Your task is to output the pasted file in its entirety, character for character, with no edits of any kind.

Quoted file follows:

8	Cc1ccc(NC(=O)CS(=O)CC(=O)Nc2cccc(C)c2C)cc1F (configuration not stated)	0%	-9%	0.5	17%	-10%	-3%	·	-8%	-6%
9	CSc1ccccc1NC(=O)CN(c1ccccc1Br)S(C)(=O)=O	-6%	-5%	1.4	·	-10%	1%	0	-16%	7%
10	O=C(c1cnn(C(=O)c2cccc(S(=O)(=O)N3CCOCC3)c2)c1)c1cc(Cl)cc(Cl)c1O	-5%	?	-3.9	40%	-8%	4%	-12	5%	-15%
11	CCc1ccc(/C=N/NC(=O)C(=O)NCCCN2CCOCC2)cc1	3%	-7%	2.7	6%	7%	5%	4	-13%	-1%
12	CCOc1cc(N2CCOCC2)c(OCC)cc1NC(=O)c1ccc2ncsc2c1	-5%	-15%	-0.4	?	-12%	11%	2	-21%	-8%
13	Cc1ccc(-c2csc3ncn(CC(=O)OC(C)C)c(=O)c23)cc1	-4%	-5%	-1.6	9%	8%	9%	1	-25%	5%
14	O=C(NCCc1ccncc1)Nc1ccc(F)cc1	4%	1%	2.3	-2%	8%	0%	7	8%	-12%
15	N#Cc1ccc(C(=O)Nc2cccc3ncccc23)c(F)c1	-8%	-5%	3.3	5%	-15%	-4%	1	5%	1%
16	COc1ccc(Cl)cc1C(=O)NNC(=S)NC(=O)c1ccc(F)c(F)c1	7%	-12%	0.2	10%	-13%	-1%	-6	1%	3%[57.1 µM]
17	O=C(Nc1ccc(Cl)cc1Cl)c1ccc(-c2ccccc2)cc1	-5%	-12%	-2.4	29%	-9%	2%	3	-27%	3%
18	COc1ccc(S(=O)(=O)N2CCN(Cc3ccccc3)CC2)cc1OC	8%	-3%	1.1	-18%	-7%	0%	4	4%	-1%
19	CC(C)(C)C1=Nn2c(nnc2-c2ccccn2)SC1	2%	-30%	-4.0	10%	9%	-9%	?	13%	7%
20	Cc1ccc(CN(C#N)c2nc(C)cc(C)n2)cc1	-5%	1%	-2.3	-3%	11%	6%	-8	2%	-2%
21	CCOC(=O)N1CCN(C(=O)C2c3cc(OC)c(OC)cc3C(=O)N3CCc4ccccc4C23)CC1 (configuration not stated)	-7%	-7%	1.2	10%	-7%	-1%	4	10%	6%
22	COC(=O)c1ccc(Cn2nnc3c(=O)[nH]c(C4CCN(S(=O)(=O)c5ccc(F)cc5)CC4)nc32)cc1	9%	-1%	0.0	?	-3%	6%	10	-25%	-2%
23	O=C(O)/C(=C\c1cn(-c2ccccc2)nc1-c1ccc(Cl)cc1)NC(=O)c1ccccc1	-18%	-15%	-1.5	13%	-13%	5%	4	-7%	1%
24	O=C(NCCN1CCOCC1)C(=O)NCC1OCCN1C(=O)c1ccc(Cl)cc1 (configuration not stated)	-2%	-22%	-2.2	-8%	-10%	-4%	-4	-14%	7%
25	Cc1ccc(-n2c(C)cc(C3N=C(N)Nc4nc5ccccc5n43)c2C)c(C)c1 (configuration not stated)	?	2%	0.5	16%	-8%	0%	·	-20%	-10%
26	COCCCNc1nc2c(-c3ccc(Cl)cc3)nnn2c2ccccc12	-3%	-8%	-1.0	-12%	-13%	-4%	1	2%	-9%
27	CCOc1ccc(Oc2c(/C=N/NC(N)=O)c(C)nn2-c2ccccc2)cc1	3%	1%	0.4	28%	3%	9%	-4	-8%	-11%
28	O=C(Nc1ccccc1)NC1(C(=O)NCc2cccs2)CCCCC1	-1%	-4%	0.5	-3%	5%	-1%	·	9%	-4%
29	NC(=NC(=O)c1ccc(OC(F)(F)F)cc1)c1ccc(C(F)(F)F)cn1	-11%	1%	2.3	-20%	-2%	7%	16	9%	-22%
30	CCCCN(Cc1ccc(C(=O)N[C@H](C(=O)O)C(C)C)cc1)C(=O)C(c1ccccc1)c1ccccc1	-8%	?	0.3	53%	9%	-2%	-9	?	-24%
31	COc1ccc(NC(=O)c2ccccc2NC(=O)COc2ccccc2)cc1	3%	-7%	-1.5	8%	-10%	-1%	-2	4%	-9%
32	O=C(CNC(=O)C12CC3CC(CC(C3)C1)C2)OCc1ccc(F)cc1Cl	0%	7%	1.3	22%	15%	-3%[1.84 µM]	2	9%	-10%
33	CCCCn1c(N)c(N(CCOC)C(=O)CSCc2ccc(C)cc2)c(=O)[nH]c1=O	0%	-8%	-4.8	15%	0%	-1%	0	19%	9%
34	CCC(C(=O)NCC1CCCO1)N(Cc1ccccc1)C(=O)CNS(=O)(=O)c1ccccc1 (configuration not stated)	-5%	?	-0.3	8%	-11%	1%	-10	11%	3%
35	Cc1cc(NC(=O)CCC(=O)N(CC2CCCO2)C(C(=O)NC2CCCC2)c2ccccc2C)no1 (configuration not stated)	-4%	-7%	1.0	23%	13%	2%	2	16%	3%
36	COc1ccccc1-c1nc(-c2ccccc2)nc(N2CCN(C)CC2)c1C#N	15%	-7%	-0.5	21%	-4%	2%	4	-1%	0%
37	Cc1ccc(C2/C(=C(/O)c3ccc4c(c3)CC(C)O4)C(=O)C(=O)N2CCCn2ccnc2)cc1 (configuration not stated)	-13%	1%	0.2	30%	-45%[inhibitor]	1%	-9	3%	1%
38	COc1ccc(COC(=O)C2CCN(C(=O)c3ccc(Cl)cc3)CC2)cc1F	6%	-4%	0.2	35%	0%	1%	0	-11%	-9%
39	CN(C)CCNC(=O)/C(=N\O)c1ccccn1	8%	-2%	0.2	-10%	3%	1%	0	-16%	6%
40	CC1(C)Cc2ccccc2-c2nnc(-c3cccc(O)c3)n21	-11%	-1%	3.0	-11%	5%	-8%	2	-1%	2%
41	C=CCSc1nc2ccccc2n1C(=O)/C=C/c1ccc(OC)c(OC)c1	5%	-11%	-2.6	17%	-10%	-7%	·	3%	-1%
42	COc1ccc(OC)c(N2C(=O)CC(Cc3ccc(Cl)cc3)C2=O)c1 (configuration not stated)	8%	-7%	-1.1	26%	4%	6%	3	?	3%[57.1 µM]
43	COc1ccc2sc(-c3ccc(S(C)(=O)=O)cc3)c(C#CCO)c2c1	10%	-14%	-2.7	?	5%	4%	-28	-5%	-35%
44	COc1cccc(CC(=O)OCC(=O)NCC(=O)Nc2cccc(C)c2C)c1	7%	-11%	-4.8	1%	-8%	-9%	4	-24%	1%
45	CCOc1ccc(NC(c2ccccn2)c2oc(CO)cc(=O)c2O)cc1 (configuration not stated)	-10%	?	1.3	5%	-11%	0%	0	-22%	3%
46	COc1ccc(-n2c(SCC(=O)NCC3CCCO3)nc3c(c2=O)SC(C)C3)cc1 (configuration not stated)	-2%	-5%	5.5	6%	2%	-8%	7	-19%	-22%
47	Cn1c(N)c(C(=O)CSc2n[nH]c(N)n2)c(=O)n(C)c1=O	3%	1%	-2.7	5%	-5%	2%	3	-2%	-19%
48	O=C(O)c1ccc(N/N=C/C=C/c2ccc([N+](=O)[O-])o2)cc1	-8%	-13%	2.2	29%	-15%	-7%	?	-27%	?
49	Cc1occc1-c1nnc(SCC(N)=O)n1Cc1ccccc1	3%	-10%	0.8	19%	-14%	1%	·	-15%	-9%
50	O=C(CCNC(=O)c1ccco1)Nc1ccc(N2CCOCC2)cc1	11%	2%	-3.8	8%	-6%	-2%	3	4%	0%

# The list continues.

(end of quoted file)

8	Cc1ccc(NC(=O)CS(=O)CC(=O)Nc2cccc(C)c2C)cc1F (configuration not stated)	0%	-9%	0.5	17%	-10%	-3%	·	-8%	-6%
9	CSc1ccccc1NC(=O)CN(c1ccccc1Br)S(C)(=O)=O	-6%	-5%	1.4	·	-10%	1%	0	-16%	7%
10	O=C(c1cnn(C(=O)c2cccc(S(=O)(=O)N3CCOCC3)c2)c1)c1cc(Cl)cc(Cl)c1O	-5%	?	-3.9	40%	-8%	4%	-12	5%	-15%
11	CCc1ccc(/C=N/NC(=O)C(=O)NCCCN2CCOCC2)cc1	3%	-7%	2.7	6%	7%	5%	4	-13%	-1%
12	CCOc1cc(N2CCOCC2)c(OCC)cc1NC(=O)c1ccc2ncsc2c1	-5%	-15%	-0.4	?	-12%	11%	2	-21%	-8%
13	Cc1ccc(-c2csc3ncn(CC(=O)OC(C)C)c(=O)c23)cc1	-4%	-5%	-1.6	9%	8%	9%	1	-25%	5%
14	O=C(NCCc1ccncc1)Nc1ccc(F)cc1	4%	1%	2.3	-2%	8%	0%	7	8%	-12%
15	N#Cc1ccc(C(=O)Nc2cccc3ncccc23)c(F)c1	-8%	-5%	3.3	5%	-15%	-4%	1	5%	1%
16	COc1ccc(Cl)cc1C(=O)NNC(=S)NC(=O)c1ccc(F)c(F)c1	7%	-12%	0.2	10%	-13%	-1%	-6	1%	3%[57.1 µM]
17	O=C(Nc1ccc(Cl)cc1Cl)c1ccc(-c2ccccc2)cc1	-5%	-12%	-2.4	29%	-9%	2%	3	-27%	3%
18	COc1ccc(S(=O)(=O)N2CCN(Cc3ccccc3)CC2)cc1OC	8%	-3%	1.1	-18%	-7%	0%	4	4%	-1%
19	CC(C)(C)C1=Nn2c(nnc2-c2ccccn2)SC1	2%	-30%	-4.0	10%	9%	-9%	?	13%	7%
20	Cc1ccc(CN(C#N)c2nc(C)cc(C)n2)cc1	-5%	1%	-2.3	-3%	11%	6%	-8	2%	-2%
21	CCOC(=O)N1CCN(C(=O)C2c3cc(OC)c(OC)cc3C(=O)N3CCc4ccccc4C23)CC1 (configuration not stated)	-7%	-7%	1.2	10%	-7%	-1%	4	10%	6%
22	COC(=O)c1ccc(Cn2nnc3c(=O)[nH]c(C4CCN(S(=O)(=O)c5ccc(F)cc5)CC4)nc32)cc1	9%	-1%	0.0	?	-3%	6%	10	-25%	-2%
23	O=C(O)/C(=C\c1cn(-c2ccccc2)nc1-c1ccc(Cl)cc1)NC(=O)c1ccccc1	-18%	-15%	-1.5	13%	-13%	5%	4	-7%	1%
24	O=C(NCCN1CCOCC1)C(=O)NCC1OCCN1C(=O)c1ccc(Cl)cc1 (configuration not stated)	-2%	-22%	-2.2	-8%	-10%	-4%	-4	-14%	7%
25	Cc1ccc(-n2c(C)cc(C3N=C(N)Nc4nc5ccccc5n43)c2C)c(C)c1 (configuration not stated)	?	2%	0.5	16%	-8%	0%	·	-20%	-10%
26	COCCCNc1nc2c(-c3ccc(Cl)cc3)nnn2c2ccccc12	-3%	-8%	-1.0	-12%	-13%	-4%	1	2%	-9%
27	CCOc1ccc(Oc2c(/C=N/NC(N)=O)c(C)nn2-c2ccccc2)cc1	3%	1%	0.4	28%	3%	9%	-4	-8%	-11%
28	O=C(Nc1ccccc1)NC1(C(=O)NCc2cccs2)CCCCC1	-1%	-4%	0.5	-3%	5%	-1%	·	9%	-4%
29	NC(=NC(=O)c1ccc(OC(F)(F)F)cc1)c1ccc(C(F)(F)F)cn1	-11%	1%	2.3	-20%	-2%	7%	16	9%	-22%
30	CCCCN(Cc1ccc(C(=O)N[C@H](C(=O)O)C(C)C)cc1)C(=O)C(c1ccccc1)c1ccccc1	-8%	?	0.3	53%	9%	-2%	-9	?	-24%
31	COc1ccc(NC(=O)c2ccccc2NC(=O)COc2ccccc2)cc1	3%	-7%	-1.5	8%	-10%	-1%	-2	4%	-9%
32	O=C(CNC(=O)C12CC3CC(CC(C3)C1)C2)OCc1ccc(F)cc1Cl	0%	7%	1.3	22%	15%	-3%[1.84 µM]	2	9%	-10%
33	CCCCn1c(N)c(N(CCOC)C(=O)CSCc2ccc(C)cc2)c(=O)[nH]c1=O	0%	-8%	-4.8	15%	0%	-1%	0	19%	9%
34	CCC(C(=O)NCC1CCCO1)N(Cc1ccccc1)C(=O)CNS(=O)(=O)c1ccccc1 (configuration not stated)	-5%	?	-0.3	8%	-11%	1%	-10	11%	3%
35	Cc1cc(NC(=O)CCC(=O)N(CC2CCCO2)C(C(=O)NC2CCCC2)c2ccccc2C)no1 (configuration not stated)	-4%	-7%	1.0	23%	13%	2%	2	16%	3%
36	COc1ccccc1-c1nc(-c2ccccc2)nc(N2CCN(C)CC2)c1C#N	15%	-7%	-0.5	21%	-4%	2%	4	-1%	0%
37	Cc1ccc(C2/C(=C(/O)c3ccc4c(c3)CC(C)O4)C(=O)C(=O)N2CCCn2ccnc2)cc1 (configuration not stated)	-13%	1%	0.2	30%	-45%[inhibitor]	1%	-9	3%	1%
38	COc1ccc(COC(=O)C2CCN(C(=O)c3ccc(Cl)cc3)CC2)cc1F	6%	-4%	0.2	35%	0%	1%	0	-11%	-9%
39	CN(C)CCNC(=O)/C(=N\O)c1ccccn1	8%	-2%	0.2	-10%	3%	1%	0	-16%	6%
40	CC1(C)Cc2ccccc2-c2nnc(-c3cccc(O)c3)n21	-11%	-1%	3.0	-11%	5%	-8%	2	-1%	2%
41	C=CCSc1nc2ccccc2n1C(=O)/C=C/c1ccc(OC)c(OC)c1	5%	-11%	-2.6	17%	-10%	-7%	·	3%	-1%
42	COc1ccc(OC)c(N2C(=O)CC(Cc3ccc(Cl)cc3)C2=O)c1 (configuration not stated)	8%	-7%	-1.1	26%	4%	6%	3	?	3%[57.1 µM]
43	COc1ccc2sc(-c3ccc(S(C)(=O)=O)cc3)c(C#CCO)c2c1	10%	-14%	-2.7	?	5%	4%	-28	-5%	-35%
44	COc1cccc(CC(=O)OCC(=O)NCC(=O)Nc2cccc(C)c2C)c1	7%	-11%	-4.8	1%	-8%	-9%	4	-24%	1%
45	CCOc1ccc(NC(c2ccccn2)c2oc(CO)cc(=O)c2O)cc1 (configuration not stated)	-10%	?	1.3	5%	-11%	0%	0	-22%	3%
46	COc1ccc(-n2c(SCC(=O)NCC3CCCO3)nc3c(c2=O)SC(C)C3)cc1 (configuration not stated)	-2%	-5%	5.5	6%	2%	-8%	7	-19%	-22%
47	Cn1c(N)c(C(=O)CSc2n[nH]c(N)n2)c(=O)n(C)c1=O	3%	1%	-2.7	5%	-5%	2%	3	-2%	-19%
48	O=C(O)c1ccc(N/N=C/C=C/c2ccc([N+](=O)[O-])o2)cc1	-8%	-13%	2.2	29%	-15%	-7%	?	-27%	?
49	Cc1occc1-c1nnc(SCC(N)=O)n1Cc1ccccc1	3%	-10%	0.8	19%	-14%	1%	·	-15%	-9%
50	O=C(CCNC(=O)c1ccco1)Nc1ccc(N2CCOCC2)cc1	11%	2%	-3.8	8%	-6%	-2%	3	4%	0%

# The list continues.